Moscow Of The 1930s As Seen By International Journalists

Moscow Of The 1930s As Seen By International Journalists

Soil scientists arrive at Moscow to participate in the international soil scientists’ convention, 1930.

Moscow Of The 1930s As Seen By International Journalists

The opening of the convention, 1930.

Moscow Of The 1930s As Seen By International Journalists

Participants of the international soil scientists’ convention visit the Kremlin, 1930.

Moscow Of The 1930s As Seen By International Journalists

Celebrating the 14-year anniversary of the revolution on Red Square. November 7th, 1931.

Moscow Of The 1930s As Seen By International Journalists

Road construction in Moscow, 1931.

Moscow Of The 1930s As Seen By International Journalists

The Kremlin and the Mausoleum. Moscow, 1932.

Moscow Of The 1930s As Seen By International Journalists

A homeless person in Moscow, 1932.

Moscow Of The 1930s As Seen By International Journalists

Two men on the roof with Red Square and the Kremlin in the background, 1932.

Moscow Of The 1930s As Seen By International Journalists

Getting on the tram, 1932.

Moscow Of The 1930s As Seen By International Journalists

Women and their children in poor neighborhoods of Moscow, 1932.

Moscow Of The 1930s As Seen By International Journalists

A man waiting to be photographed by a street photograher, 1932.

Moscow Of The 1930s As Seen By International Journalists

Workers visit one of the museums of Moscow, 1932.

Moscow Of The 1930s As Seen By International Journalists

Church and Bolsheviks, 1932.

Moscow Of The 1930s As Seen By International Journalists

This photo of Moscow’s Sverdlov Square was taken from top of the Bolshoi Theater.

Moscow Of The 1930s As Seen By International Journalists

A parade on Red Square, 1932.

Moscow Of The 1930s As Seen By International Journalists

Moscow’s public market, 1933.

Moscow Of The 1930s As Seen By International Journalists

May Day’s parade on Red Square, 1933.

Moscow Of The 1930s As Seen By International Journalists

May Day’s parade on Red Square, 1933.

Moscow Of The 1930s As Seen By International Journalists

Celebrating the October Revolution (1917), 1933.

Moscow Of The 1930s As Seen By International Journalists

Celebrating the October Revolution (1917), 1933.

Moscow Of The 1930s As Seen By International Journalists

Celebrating the October Revolution (1917), 1933.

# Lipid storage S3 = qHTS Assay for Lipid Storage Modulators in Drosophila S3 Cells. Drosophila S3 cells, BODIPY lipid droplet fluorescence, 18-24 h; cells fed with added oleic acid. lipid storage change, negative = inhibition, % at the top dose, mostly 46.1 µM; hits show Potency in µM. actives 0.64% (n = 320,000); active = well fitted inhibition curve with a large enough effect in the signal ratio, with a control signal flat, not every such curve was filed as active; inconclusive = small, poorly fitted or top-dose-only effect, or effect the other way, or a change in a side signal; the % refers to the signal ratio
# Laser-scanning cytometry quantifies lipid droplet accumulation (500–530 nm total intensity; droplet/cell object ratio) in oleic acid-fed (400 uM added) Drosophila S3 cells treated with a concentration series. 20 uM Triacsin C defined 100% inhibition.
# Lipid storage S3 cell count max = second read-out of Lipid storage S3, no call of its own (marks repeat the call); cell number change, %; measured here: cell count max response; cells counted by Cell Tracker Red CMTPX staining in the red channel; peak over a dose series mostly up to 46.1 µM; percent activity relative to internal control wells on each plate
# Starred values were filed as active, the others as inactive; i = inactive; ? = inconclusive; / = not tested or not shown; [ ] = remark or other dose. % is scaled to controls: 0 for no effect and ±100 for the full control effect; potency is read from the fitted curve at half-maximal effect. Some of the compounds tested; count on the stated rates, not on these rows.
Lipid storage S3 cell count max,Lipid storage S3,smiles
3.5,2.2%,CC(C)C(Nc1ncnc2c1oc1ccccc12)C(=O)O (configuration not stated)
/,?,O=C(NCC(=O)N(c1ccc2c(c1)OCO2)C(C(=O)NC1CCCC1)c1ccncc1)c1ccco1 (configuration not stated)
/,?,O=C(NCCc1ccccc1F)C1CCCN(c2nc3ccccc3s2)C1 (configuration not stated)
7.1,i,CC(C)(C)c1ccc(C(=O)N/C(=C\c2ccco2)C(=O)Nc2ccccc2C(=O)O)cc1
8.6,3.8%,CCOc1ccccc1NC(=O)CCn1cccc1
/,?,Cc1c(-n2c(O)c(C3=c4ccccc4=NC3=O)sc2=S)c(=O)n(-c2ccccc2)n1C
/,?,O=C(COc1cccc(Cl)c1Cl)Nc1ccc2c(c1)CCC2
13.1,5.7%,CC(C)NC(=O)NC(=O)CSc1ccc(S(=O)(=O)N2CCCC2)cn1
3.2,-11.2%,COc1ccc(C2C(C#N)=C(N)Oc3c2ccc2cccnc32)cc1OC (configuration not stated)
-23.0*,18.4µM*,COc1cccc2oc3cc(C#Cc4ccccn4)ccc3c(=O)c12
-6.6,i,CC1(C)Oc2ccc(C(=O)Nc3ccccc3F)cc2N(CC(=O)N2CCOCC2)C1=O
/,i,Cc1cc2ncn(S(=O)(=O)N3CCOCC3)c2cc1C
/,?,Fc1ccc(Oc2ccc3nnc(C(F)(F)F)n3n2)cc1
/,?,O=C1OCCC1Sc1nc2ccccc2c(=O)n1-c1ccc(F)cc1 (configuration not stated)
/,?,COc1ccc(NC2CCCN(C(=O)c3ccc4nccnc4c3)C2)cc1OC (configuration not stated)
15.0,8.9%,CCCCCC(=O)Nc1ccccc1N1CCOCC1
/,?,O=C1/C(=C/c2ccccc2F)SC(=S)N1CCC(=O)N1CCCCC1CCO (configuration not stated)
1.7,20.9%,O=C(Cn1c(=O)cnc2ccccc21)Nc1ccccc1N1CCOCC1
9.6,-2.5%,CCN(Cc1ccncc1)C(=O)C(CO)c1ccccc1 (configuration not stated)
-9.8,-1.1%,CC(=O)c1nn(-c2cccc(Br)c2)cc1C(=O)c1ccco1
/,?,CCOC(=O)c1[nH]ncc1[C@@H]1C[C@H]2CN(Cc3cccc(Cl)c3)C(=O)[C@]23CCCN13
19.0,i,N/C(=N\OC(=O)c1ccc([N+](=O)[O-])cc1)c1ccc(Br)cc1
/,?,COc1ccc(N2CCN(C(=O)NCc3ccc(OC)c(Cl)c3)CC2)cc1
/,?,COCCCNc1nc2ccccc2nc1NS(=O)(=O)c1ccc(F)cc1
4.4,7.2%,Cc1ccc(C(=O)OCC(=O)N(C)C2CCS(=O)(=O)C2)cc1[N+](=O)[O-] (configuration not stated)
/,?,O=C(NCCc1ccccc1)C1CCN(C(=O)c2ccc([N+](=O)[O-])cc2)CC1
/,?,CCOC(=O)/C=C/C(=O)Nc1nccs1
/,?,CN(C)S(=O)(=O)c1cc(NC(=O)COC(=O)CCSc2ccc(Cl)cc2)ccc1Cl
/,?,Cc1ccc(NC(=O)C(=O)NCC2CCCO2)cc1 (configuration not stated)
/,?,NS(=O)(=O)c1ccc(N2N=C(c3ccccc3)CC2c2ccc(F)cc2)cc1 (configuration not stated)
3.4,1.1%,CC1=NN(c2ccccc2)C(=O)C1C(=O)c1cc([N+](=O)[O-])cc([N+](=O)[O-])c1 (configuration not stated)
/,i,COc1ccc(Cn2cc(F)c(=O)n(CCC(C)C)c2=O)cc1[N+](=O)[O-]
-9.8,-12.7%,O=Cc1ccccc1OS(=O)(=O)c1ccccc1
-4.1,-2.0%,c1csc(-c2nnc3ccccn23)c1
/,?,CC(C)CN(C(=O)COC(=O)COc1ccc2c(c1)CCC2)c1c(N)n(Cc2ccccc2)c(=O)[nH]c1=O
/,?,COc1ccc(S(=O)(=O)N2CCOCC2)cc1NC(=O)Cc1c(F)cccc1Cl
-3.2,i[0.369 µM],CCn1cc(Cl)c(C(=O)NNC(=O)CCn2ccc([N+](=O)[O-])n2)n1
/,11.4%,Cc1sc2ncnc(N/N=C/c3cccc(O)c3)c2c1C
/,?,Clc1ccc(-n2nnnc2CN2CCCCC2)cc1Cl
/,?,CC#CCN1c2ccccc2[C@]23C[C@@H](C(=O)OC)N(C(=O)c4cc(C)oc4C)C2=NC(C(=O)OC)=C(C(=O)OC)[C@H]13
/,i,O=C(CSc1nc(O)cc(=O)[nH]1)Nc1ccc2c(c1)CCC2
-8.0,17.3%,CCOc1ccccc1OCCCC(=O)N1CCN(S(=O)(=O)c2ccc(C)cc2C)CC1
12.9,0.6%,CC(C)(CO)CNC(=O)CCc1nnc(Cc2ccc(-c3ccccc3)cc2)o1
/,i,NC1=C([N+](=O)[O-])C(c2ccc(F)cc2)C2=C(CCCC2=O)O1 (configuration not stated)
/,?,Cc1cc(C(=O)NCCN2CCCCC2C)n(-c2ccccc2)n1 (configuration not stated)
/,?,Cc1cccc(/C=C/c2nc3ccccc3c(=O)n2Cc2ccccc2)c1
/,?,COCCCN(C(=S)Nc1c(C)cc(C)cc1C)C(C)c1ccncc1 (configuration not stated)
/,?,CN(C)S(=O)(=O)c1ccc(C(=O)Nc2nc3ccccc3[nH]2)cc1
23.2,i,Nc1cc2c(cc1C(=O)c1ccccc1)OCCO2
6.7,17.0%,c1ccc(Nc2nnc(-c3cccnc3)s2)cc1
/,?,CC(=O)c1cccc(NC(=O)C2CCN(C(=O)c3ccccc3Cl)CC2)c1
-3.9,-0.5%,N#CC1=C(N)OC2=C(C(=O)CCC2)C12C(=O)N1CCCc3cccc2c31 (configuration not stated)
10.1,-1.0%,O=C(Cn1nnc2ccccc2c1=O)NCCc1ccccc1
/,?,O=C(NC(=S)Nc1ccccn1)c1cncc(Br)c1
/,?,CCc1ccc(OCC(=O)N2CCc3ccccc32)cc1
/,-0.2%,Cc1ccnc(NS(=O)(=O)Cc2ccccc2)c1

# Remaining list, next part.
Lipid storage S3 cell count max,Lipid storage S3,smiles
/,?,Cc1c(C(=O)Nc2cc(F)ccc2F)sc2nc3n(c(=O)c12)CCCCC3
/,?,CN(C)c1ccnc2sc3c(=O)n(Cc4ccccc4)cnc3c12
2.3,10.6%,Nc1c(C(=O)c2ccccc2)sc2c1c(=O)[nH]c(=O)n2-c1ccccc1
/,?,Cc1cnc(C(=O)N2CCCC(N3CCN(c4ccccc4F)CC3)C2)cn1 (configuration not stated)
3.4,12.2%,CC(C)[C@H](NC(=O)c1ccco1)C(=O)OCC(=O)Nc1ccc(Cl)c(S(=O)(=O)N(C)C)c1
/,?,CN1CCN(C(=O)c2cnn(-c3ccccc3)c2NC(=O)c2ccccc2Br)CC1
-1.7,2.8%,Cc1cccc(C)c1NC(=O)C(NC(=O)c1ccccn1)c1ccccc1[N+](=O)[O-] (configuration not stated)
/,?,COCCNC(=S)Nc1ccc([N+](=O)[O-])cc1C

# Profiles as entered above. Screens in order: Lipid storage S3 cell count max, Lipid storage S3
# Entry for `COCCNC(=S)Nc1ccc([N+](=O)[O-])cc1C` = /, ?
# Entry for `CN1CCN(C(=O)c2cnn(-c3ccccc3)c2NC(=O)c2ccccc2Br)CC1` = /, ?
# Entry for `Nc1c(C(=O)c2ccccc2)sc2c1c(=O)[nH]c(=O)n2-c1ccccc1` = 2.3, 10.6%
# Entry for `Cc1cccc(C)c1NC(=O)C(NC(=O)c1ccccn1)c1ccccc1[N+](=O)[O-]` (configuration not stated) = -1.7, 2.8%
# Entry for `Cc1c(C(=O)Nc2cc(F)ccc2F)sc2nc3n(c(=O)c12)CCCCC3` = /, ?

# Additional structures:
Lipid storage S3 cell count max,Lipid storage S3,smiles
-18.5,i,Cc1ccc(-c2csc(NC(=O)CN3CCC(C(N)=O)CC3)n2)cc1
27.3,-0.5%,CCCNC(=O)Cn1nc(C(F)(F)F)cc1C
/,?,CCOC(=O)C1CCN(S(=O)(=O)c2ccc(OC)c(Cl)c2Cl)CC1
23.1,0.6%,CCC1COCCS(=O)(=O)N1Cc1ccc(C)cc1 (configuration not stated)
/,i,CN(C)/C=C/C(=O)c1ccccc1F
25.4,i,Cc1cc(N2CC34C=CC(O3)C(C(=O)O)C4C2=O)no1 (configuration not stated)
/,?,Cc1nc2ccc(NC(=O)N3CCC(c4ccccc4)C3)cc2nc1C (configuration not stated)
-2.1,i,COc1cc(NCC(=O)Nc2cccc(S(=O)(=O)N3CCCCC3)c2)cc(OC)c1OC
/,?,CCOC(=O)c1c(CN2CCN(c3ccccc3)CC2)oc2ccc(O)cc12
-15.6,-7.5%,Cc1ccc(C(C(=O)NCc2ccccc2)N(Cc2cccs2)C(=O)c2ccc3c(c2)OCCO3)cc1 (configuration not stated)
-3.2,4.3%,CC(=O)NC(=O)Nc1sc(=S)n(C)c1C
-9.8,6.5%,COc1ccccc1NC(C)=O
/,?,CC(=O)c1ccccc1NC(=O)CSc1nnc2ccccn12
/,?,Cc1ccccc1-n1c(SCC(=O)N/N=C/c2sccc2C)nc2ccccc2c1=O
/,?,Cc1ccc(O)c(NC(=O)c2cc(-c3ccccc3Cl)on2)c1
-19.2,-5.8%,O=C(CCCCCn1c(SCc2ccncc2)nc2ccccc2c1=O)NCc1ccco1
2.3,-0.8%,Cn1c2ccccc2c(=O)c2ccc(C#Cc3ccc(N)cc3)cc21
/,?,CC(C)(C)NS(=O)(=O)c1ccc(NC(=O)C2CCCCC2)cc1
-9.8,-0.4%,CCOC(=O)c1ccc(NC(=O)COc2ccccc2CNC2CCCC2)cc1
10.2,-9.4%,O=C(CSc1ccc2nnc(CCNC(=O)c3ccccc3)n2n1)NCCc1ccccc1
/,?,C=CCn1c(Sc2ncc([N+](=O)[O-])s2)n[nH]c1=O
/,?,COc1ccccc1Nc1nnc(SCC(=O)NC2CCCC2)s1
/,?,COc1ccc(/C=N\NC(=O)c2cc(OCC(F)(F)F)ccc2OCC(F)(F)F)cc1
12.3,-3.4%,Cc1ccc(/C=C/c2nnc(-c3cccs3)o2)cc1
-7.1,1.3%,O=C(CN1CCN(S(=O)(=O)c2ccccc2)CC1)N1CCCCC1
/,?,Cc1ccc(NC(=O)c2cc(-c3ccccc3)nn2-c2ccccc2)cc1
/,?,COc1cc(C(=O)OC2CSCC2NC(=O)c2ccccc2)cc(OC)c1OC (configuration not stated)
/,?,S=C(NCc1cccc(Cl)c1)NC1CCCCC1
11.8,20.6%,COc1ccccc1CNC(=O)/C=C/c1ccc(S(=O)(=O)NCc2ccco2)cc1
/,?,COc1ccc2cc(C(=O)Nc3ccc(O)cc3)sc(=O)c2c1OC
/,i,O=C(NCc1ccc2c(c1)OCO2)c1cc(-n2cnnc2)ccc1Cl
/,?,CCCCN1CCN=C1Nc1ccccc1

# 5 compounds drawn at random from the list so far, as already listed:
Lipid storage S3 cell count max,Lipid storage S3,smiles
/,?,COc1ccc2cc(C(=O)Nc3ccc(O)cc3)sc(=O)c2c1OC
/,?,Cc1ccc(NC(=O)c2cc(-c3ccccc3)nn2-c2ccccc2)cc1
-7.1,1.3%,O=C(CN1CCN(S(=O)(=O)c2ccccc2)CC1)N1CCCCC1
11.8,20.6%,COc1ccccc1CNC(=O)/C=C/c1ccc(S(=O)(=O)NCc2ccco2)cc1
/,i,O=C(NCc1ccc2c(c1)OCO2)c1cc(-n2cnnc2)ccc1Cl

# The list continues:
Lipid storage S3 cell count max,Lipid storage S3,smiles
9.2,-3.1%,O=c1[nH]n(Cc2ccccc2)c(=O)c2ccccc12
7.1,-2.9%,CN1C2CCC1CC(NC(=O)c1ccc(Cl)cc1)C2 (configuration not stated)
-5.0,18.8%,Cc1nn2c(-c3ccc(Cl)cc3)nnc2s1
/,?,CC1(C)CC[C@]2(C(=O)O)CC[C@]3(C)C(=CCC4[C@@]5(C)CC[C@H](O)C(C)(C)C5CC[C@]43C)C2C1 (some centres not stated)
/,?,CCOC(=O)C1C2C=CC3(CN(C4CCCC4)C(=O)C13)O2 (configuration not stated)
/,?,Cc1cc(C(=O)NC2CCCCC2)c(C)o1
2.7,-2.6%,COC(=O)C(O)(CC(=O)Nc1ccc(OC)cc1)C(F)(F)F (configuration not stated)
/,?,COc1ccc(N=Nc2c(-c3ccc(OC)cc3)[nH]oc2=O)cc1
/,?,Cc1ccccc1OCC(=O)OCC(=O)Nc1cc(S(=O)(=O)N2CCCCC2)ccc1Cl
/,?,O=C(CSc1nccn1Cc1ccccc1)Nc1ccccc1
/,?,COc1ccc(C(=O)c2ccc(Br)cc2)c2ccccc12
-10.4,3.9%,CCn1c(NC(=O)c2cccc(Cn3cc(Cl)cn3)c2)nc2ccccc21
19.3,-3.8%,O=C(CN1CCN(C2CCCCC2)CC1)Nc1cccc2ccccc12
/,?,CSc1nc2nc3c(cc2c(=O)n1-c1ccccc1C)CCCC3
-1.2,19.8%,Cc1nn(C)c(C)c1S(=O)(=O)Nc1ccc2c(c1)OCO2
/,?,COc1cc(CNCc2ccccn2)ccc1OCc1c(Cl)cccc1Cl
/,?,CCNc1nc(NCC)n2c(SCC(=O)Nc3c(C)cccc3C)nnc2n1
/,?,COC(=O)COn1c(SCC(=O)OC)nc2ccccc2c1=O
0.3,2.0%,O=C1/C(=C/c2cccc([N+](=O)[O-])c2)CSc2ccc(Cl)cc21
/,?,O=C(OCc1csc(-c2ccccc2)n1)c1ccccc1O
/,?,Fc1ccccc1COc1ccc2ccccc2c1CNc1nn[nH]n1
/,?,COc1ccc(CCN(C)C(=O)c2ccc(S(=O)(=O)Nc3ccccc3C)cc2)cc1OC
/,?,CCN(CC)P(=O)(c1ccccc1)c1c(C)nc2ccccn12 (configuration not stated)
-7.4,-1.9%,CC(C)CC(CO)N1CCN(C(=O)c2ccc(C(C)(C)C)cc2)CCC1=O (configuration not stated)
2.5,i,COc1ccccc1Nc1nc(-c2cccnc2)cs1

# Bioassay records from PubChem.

Moscow Of The 1930s As Seen By International Journalists

Celebrating the October Revolution (1917), 1933.

Moscow Of The 1930s As Seen By International Journalists

The final part of the parade to celebrate the October Revolution (1917), 1933.

Moscow Of The 1930s As Seen By International Journalists

Wigs for sale, 1933.

Moscow Of The 1930s As Seen By International Journalists

Professor Schmidt, the head of the expedition that made a non-stop voyage from Arkhangelsk to the Pacific Ocean on the steam icebreaker Sibiryakov, gives an interview in Moscow, 1933.

Moscow Of The 1930s As Seen By International Journalists

A traffic controller on Red Square, 1935.

Moscow Of The 1930s As Seen By International Journalists

“No smoking”.

Moscow’s Metro, 1935.

Moscow Of The 1930s As Seen By International Journalists

Okhotny Ryad Street, 1935.

Moscow Of The 1930s As Seen By International Journalists

Okhotny Ryad Street, 1935.

Moscow Of The 1930s As Seen By International Journalists

Moscow’s Metro, 1935.

Moscow Of The 1930s As Seen By International Journalists

“Trains”.

Moscow’s Metro, 1935.

Moscow Of The 1930s As Seen By International Journalists

S. Flor and V. Rogozhin playing chess, 1936.

Moscow Of The 1930s As Seen By International Journalists

J. R. Capablanca and Ryumin playing chess, 1936.

Moscow Of The 1930s As Seen By International Journalists

Representatives of ethnic minorities in “new” Soviet Parliament, 1938.

Moscow Of The 1930s As Seen By International Journalists

Sports Festival on Red Square, 1938.

Location: Moscow

via humus

5 thoughts on “Moscow Of The 1930s As Seen By International Journalists”

  1. The cult of personality is a drag but note how chess was the important sport of the Russians throughout the Soviet period.

  2. One thing they have/had is public transportation. Outside a few large cities the US has almost none. Where I live there is no rail, no bus, no nothing. I must make a day’s journey next week. How I wish I could just board a train and leave the driving to someone else.

    Do you trolls get paid to make these negative posts?

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